Thursday 17 May 2012

Excelsior Piano Ableton Instrument Rack

The Excelsior Hall is located in the community of Wonyip in the Strzelecki Ranges in Victoria, Australia. Originally the local school hall from the early 1900's it fell in to disrepair until being rescued by community involvement some years ago. Recently the original piano from the hall was discovered languishing in a local barn and was returned to the renovated hall on the back of a tractor.

Now known as The Excelsior Piano it has been untuned for at least 40 years, however, all of its 80 keys work as do most of the dampers. I made a trip to the hall a couple of weeks ago and did a recording of the piano key by key in various ways and from these recordings have created the Excelsior Piano Rack for Ableton Live.

In the rack each piano key is represented by an individual sample in both long and short versions. The long version is striking the key and holding it down until the decay has finished, the short version is a quick strike of the key and recording until the decay has finished. There is also included a bonus drum rack of effects created by various string scrapes and hits against the piano frame etc.

Owners of Ableton's Sampler instrument can bust open the Simpler instruments and play with tuning the individual notes (good luck!) to make the piano more "playable".

Demo of the Excelsior Piano Sampler/Simpler Rack:

Demo of the Excelsior Piano Effects Drum Rack:

Download The Excelsior Piano Rack here

Comments encouraged.

Thursday 10 May 2012

Piano Phase Ableton Audio Rack

In recognition of Steve Reich's recent visit to my home town of Melbourne I am sharing this audio effect rack for Ableton Live inspired by his piece "Piano Phase (1967)".

Here is an audio demo of the rack where just the first 12 notes are played - the rest is the rack in action.

The rack uses the Filter Delay because it allows for 100% feedback and different delay times for left, center and right signals.

The macro controls are assigned to allow a great deal of variation to the phase relationships of the 3 signals.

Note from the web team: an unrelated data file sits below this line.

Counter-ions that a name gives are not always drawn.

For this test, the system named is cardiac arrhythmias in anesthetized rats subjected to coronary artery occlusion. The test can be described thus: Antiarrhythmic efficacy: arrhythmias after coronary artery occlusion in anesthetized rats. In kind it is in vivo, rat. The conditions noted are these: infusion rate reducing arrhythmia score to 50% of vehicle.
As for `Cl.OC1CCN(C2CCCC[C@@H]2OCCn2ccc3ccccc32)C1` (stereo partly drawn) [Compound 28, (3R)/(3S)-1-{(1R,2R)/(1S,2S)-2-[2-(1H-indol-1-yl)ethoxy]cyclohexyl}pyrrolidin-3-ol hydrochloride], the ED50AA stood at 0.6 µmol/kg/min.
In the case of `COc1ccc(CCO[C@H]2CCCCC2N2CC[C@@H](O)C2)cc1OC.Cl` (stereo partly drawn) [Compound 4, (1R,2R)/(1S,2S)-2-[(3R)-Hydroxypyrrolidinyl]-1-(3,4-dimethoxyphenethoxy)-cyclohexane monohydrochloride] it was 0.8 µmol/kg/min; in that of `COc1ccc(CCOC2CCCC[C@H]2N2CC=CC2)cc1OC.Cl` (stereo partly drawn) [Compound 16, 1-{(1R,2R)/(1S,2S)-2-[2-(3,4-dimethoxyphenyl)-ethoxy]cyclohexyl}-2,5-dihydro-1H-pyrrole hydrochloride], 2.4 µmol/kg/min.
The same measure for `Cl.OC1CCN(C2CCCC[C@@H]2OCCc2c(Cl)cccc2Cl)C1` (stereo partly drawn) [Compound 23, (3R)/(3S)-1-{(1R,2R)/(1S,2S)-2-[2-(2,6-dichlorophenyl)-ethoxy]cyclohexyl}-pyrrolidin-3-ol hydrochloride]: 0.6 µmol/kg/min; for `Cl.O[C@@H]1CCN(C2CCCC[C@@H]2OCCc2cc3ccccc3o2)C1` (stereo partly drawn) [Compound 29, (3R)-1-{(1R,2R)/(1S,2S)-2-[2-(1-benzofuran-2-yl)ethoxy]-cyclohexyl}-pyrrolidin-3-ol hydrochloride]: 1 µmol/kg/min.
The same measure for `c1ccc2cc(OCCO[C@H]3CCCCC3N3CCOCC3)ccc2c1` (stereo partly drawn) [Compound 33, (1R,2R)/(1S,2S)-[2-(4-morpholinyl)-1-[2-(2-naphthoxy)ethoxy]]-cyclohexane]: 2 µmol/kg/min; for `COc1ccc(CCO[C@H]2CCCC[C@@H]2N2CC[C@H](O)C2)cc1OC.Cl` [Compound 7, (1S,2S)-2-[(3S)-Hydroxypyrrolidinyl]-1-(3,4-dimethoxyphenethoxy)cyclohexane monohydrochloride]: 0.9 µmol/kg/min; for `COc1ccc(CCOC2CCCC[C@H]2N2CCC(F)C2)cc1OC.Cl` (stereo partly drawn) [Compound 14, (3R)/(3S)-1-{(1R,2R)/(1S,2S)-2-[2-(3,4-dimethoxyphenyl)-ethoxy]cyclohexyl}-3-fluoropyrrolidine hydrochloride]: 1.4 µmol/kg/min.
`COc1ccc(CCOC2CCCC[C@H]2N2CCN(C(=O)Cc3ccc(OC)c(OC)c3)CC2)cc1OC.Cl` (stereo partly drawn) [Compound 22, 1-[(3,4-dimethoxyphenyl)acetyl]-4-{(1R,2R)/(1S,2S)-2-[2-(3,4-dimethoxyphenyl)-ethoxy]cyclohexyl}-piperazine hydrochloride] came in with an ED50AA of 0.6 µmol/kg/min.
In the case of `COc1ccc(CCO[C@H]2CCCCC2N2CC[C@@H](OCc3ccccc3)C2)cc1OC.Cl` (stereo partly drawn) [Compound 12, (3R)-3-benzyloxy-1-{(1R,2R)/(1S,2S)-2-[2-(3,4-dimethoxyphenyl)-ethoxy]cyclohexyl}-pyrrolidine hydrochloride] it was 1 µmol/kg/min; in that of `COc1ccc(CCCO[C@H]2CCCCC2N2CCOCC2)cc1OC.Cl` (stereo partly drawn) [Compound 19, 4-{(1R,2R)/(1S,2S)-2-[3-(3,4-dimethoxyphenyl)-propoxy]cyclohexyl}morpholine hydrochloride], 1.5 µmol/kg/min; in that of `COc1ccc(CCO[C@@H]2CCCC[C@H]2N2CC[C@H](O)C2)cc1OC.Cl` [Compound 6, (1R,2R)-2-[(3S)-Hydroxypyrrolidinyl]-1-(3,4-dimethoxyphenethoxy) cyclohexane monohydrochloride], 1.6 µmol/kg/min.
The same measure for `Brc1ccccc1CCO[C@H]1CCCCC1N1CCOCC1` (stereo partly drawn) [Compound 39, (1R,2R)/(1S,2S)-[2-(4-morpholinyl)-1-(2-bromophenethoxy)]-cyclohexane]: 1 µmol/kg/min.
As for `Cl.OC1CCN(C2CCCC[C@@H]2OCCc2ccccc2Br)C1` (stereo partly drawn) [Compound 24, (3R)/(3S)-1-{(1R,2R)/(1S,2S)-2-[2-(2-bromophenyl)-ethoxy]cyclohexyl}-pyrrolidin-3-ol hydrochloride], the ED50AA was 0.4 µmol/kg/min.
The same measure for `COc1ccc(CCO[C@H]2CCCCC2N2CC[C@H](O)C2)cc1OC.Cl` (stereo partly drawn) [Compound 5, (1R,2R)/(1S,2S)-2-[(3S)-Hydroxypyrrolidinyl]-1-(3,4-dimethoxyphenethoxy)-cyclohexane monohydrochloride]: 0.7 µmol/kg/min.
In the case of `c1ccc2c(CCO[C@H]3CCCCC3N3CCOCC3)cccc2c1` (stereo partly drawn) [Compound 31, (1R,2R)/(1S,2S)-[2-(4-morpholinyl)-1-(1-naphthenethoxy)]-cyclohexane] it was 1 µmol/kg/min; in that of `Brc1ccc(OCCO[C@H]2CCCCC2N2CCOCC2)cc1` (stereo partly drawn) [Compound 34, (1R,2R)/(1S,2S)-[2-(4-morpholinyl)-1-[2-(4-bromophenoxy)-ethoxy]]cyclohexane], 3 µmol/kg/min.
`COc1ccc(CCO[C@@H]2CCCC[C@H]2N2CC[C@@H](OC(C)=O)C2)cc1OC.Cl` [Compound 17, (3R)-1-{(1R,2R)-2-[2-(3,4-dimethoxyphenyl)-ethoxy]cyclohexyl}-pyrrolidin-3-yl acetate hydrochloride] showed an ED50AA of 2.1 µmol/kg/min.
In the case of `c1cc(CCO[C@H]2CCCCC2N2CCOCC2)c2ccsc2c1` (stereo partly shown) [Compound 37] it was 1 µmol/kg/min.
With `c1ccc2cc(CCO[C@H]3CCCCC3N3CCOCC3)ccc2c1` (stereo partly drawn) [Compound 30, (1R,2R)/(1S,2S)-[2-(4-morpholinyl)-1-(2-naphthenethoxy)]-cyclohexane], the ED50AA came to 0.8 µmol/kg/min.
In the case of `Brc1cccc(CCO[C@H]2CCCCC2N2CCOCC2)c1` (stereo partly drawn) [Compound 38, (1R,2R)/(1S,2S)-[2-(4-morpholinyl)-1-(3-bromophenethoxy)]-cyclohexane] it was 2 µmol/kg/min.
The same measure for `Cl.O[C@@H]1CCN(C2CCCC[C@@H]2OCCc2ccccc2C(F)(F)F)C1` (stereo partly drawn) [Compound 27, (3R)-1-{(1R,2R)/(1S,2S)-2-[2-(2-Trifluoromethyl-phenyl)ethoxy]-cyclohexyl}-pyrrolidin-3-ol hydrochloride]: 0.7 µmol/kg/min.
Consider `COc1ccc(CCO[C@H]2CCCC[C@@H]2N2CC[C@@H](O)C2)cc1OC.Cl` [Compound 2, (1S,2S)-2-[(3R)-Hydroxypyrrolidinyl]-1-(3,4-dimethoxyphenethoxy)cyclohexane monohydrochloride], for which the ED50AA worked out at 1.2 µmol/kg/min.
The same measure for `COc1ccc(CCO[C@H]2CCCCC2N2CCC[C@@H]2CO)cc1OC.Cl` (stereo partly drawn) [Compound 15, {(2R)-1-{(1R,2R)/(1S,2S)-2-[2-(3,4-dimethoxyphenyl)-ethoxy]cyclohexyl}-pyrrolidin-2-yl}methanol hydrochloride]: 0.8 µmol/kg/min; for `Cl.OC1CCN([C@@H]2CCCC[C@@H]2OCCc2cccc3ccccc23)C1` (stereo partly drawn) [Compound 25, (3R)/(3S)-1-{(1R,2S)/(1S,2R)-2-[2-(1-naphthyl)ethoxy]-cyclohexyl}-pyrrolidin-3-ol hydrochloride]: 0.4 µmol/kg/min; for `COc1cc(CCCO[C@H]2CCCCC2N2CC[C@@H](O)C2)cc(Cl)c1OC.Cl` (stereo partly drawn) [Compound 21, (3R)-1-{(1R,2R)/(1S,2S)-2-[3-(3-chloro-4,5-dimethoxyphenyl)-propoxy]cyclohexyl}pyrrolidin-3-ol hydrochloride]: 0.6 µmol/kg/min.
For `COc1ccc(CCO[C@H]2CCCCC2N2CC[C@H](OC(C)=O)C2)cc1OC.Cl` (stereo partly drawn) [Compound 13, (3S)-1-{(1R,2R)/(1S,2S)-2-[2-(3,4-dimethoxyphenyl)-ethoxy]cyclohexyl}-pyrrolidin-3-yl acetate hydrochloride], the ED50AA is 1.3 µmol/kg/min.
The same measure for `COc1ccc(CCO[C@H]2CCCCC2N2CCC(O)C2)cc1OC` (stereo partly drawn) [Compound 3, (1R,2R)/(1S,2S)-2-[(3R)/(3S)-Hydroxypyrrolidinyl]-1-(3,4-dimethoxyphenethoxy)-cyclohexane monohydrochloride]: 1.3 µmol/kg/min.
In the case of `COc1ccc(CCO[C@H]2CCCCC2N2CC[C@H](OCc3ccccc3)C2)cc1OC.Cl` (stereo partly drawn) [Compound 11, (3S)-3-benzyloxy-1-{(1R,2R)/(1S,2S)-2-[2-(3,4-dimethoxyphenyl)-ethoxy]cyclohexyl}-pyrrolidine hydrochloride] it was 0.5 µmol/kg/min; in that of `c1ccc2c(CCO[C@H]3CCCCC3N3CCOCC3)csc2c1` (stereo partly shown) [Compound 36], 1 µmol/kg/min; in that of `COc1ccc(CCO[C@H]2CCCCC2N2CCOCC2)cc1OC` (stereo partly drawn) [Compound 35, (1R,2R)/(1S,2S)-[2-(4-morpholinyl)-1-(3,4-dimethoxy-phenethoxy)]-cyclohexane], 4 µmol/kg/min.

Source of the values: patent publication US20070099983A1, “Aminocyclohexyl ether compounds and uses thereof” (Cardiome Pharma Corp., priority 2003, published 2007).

The <TIME SYNC> macro: chooses between delaying the signals in milliseconds (between 0ms and 999ms) or, in Sync mode, percentages of the BPM.
The Beat Delay macros: control the gross delay time when in Sync mode.
The Beat Swing macros: control milliseconds when in Time mode or percentage when in Sync mode.

Judicious use of the song tempo and Sync mode can result in some fascinating outcomes. You could also assign the Beat Swing macros to be able to jump to zero to hold on a particularly interesting cycle or allow you to capture that audio into a session slot before jumping back to the phase settings. Fun to experiment with.

I've done a little experimenting with assigning the Beat Swing macros to my Novation Launchpad. For example in User 1 mode I have assigned the range of all 64 buttons to Right Beat Swing then edited the MIDI mapping data to be Min = 0% and Max = 6.30%. With this setup each consecutive button on the Launchpad will increment the "phase" by 0.10% - allowing good control of the "phase" changes and the ability to instantly snap the signal to 0% to hold on an interesting relationship between the different signals. (You would want to turn off the centre channel of the delay to use this to properly emulate the Reich piece.)

Just drop a piano or other instrument in front of it and play around. Maybe stick 6 of these on different tracks with some pianos and mallet instruments and make your own "Music for 18 Musicians"

Download Piano Phase Ableton Rack

Wednesday 25 April 2012

HPSCHD by John Cage and LeJaren Hiller performed by Philip Jackson

"HPSCHD (1967-1969) for harpsichords and computer generated sound tapes" by John Cage and LeJaren Hiller was made available on vinyl by Nonesuch Records in 1970. Each copy of the LP included an individually generated computer printout called "Program (Knobs) for the Listener" and consisted of a series of random numbers representing knob positions at 5 second intervals for Left Volume, Right Volume, Left Treble, Right Treble, Left Bass and Right Bass. The purpose of these numbers was to allow the listener to create their own individual performance of HPSCHD by manipulating the controls of their hi-fi pre-amplifier.

In the performance I have uploaded here I have handed the job of manipulating the knobs over to Ableton Live.

Click the HD button to watch in high definition on vimeo